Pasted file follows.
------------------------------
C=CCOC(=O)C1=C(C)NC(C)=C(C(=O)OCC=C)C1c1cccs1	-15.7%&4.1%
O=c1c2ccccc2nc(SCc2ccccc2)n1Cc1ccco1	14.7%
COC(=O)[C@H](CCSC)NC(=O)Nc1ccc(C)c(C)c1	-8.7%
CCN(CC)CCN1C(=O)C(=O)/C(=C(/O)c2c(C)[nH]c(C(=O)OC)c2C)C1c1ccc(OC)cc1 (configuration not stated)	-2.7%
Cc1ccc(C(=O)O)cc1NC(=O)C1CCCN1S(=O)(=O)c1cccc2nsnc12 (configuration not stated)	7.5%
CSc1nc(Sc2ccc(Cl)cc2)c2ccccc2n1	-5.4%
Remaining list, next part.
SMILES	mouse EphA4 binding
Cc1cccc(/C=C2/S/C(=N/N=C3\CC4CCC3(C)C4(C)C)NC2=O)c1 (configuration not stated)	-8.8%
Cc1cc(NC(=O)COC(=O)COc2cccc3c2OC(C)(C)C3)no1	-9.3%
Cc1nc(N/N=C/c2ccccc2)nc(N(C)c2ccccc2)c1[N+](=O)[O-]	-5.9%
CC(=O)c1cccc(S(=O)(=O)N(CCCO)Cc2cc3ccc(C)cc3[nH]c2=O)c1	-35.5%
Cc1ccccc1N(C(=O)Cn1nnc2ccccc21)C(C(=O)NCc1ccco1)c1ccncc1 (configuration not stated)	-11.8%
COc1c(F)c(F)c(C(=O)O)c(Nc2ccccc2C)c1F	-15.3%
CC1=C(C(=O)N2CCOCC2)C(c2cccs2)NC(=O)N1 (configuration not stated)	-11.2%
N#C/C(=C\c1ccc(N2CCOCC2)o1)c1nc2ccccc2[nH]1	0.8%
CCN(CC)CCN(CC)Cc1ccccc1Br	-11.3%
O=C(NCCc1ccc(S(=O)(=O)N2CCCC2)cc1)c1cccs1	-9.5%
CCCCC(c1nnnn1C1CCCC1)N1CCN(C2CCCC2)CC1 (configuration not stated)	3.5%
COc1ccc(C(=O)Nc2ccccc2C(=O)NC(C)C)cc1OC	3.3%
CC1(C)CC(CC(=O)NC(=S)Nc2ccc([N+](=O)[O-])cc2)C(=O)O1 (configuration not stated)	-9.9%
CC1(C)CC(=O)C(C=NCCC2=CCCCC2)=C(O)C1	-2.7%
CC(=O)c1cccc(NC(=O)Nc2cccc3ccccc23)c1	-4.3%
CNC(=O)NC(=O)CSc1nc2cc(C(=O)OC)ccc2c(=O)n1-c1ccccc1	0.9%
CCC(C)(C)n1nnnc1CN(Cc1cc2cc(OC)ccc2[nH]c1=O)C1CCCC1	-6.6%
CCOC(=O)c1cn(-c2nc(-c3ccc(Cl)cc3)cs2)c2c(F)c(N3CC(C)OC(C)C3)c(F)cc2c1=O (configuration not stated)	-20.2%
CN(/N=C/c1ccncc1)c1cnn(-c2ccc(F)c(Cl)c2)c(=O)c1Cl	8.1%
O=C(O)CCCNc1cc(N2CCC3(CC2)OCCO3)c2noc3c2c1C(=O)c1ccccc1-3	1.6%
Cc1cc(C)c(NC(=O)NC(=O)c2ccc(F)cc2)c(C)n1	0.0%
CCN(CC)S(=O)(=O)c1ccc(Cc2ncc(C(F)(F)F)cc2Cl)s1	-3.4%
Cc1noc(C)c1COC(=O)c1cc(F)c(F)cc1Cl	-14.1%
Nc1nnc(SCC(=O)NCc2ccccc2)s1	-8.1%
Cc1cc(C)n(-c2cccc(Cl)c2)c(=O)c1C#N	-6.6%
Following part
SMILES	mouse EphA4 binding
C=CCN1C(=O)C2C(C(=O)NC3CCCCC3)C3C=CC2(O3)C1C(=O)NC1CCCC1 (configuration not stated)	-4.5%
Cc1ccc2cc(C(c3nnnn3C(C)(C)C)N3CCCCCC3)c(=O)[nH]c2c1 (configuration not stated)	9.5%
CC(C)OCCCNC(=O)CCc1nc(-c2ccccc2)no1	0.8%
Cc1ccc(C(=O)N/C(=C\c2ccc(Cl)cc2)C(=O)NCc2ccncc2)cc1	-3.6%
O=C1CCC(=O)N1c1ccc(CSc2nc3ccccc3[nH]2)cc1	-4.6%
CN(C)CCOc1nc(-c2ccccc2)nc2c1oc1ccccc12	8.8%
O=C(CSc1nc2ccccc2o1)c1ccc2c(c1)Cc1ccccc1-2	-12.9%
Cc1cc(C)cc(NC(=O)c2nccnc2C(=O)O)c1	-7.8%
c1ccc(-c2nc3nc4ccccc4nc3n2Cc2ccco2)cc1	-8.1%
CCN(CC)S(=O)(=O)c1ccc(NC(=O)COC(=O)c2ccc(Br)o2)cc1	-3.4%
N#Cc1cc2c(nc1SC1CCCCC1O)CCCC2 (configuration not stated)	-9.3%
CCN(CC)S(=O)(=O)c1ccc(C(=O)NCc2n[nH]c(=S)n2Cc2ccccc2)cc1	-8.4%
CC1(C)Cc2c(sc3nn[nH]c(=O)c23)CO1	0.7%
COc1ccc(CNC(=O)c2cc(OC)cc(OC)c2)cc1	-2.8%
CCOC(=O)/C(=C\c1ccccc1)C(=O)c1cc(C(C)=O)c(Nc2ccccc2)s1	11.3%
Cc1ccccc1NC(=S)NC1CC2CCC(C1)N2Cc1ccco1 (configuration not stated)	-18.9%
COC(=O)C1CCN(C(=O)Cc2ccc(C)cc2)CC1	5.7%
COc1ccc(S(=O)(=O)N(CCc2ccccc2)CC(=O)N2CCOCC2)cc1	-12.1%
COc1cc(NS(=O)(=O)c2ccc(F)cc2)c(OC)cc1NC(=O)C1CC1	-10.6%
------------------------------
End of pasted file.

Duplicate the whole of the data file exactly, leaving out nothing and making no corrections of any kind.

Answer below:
C=CCOC(=O)C1=C(C)NC(C)=C(C(=O)OCC=C)C1c1cccs1	-15.7%&4.1%
O=c1c2ccccc2nc(SCc2ccccc2)n1Cc1ccco1	14.7%
COC(=O)[C@H](CCSC)NC(=O)Nc1ccc(C)c(C)c1	-8.7%
CCN(CC)CCN1C(=O)C(=O)/C(=C(/O)c2c(C)[nH]c(C(=O)OC)c2C)C1c1ccc(OC)cc1 (configuration not stated)	-2.7%
Cc1ccc(C(=O)O)cc1NC(=O)C1CCCN1S(=O)(=O)c1cccc2nsnc12 (configuration not stated)	7.5%
CSc1nc(Sc2ccc(Cl)cc2)c2ccccc2n1	-5.4%
Remaining list, next part.
SMILES	mouse EphA4 binding
Cc1cccc(/C=C2/S/C(=N/N=C3\CC4CCC3(C)C4(C)C)NC2=O)c1 (configuration not stated)	-8.8%
Cc1cc(NC(=O)COC(=O)COc2cccc3c2OC(C)(C)C3)no1	-9.3%
Cc1nc(N/N=C/c2ccccc2)nc(N(C)c2ccccc2)c1[N+](=O)[O-]	-5.9%
CC(=O)c1cccc(S(=O)(=O)N(CCCO)Cc2cc3ccc(C)cc3[nH]c2=O)c1	-35.5%
Cc1ccccc1N(C(=O)Cn1nnc2ccccc21)C(C(=O)NCc1ccco1)c1ccncc1 (configuration not stated)	-11.8%
COc1c(F)c(F)c(C(=O)O)c(Nc2ccccc2C)c1F	-15.3%
CC1=C(C(=O)N2CCOCC2)C(c2cccs2)NC(=O)N1 (configuration not stated)	-11.2%
N#C/C(=C\c1ccc(N2CCOCC2)o1)c1nc2ccccc2[nH]1	0.8%
CCN(CC)CCN(CC)Cc1ccccc1Br	-11.3%
O=C(NCCc1ccc(S(=O)(=O)N2CCCC2)cc1)c1cccs1	-9.5%
CCCCC(c1nnnn1C1CCCC1)N1CCN(C2CCCC2)CC1 (configuration not stated)	3.5%
COc1ccc(C(=O)Nc2ccccc2C(=O)NC(C)C)cc1OC	3.3%
CC1(C)CC(CC(=O)NC(=S)Nc2ccc([N+](=O)[O-])cc2)C(=O)O1 (configuration not stated)	-9.9%
CC1(C)CC(=O)C(C=NCCC2=CCCCC2)=C(O)C1	-2.7%
CC(=O)c1cccc(NC(=O)Nc2cccc3ccccc23)c1	-4.3%
CNC(=O)NC(=O)CSc1nc2cc(C(=O)OC)ccc2c(=O)n1-c1ccccc1	0.9%
CCC(C)(C)n1nnnc1CN(Cc1cc2cc(OC)ccc2[nH]c1=O)C1CCCC1	-6.6%
CCOC(=O)c1cn(-c2nc(-c3ccc(Cl)cc3)cs2)c2c(F)c(N3CC(C)OC(C)C3)c(F)cc2c1=O (configuration not stated)	-20.2%
CN(/N=C/c1ccncc1)c1cnn(-c2ccc(F)c(Cl)c2)c(=O)c1Cl	8.1%
O=C(O)CCCNc1cc(N2CCC3(CC2)OCCO3)c2noc3c2c1C(=O)c1ccccc1-3	1.6%
Cc1cc(C)c(NC(=O)NC(=O)c2ccc(F)cc2)c(C)n1	0.0%
CCN(CC)S(=O)(=O)c1ccc(Cc2ncc(C(F)(F)F)cc2Cl)s1	-3.4%
Cc1noc(C)c1COC(=O)c1cc(F)c(F)cc1Cl	-14.1%
Nc1nnc(SCC(=O)NCc2ccccc2)s1	-8.1%
Cc1cc(C)n(-c2cccc(Cl)c2)c(=O)c1C#N	-6.6%
Following part
SMILES	mouse EphA4 binding
C=CCN1C(=O)C2C(C(=O)NC3CCCCC3)C3C=CC2(O3)C1C(=O)NC1CCCC1 (configuration not stated)	-4.5%
Cc1ccc2cc(C(c3nnnn3C(C)(C)C)N3CCCCCC3)c(=O)[nH]c2c1 (configuration not stated)	9.5%
CC(C)OCCCNC(=O)CCc1nc(-c2ccccc2)no1	0.8%
Cc1ccc(C(=O)N/C(=C\c2ccc(Cl)cc2)C(=O)NCc2ccncc2)cc1	-3.6%
O=C1CCC(=O)N1c1ccc(CSc2nc3ccccc3[nH]2)cc1	-4.6%
CN(C)CCOc1nc(-c2ccccc2)nc2c1oc1ccccc12	8.8%
O=C(CSc1nc2ccccc2o1)c1ccc2c(c1)Cc1ccccc1-2	-12.9%
Cc1cc(C)cc(NC(=O)c2nccnc2C(=O)O)c1	-7.8%
c1ccc(-c2nc3nc4ccccc4nc3n2Cc2ccco2)cc1	-8.1%
CCN(CC)S(=O)(=O)c1ccc(NC(=O)COC(=O)c2ccc(Br)o2)cc1	-3.4%
N#Cc1cc2c(nc1SC1CCCCC1O)CCCC2 (configuration not stated)	-9.3%
CCN(CC)S(=O)(=O)c1ccc(C(=O)NCc2n[nH]c(=S)n2Cc2ccccc2)cc1	-8.4%
CC1(C)Cc2c(sc3nn[nH]c(=O)c23)CO1	0.7%
COc1ccc(CNC(=O)c2cc(OC)cc(OC)c2)cc1	-2.8%
CCOC(=O)/C(=C\c1ccccc1)C(=O)c1cc(C(C)=O)c(Nc2ccccc2)s1	11.3%
Cc1ccccc1NC(=S)NC1CC2CCC(C1)N2Cc1ccco1 (configuration not stated)	-18.9%
COC(=O)C1CCN(C(=O)Cc2ccc(C)cc2)CC1	5.7%
COc1ccc(S(=O)(=O)N(CCc2ccccc2)CC(=O)N2CCOCC2)cc1	-12.1%
COc1cc(NS(=O)(=O)c2ccc(F)cc2)c(OC)cc1NC(=O)C1CC1	-10.6%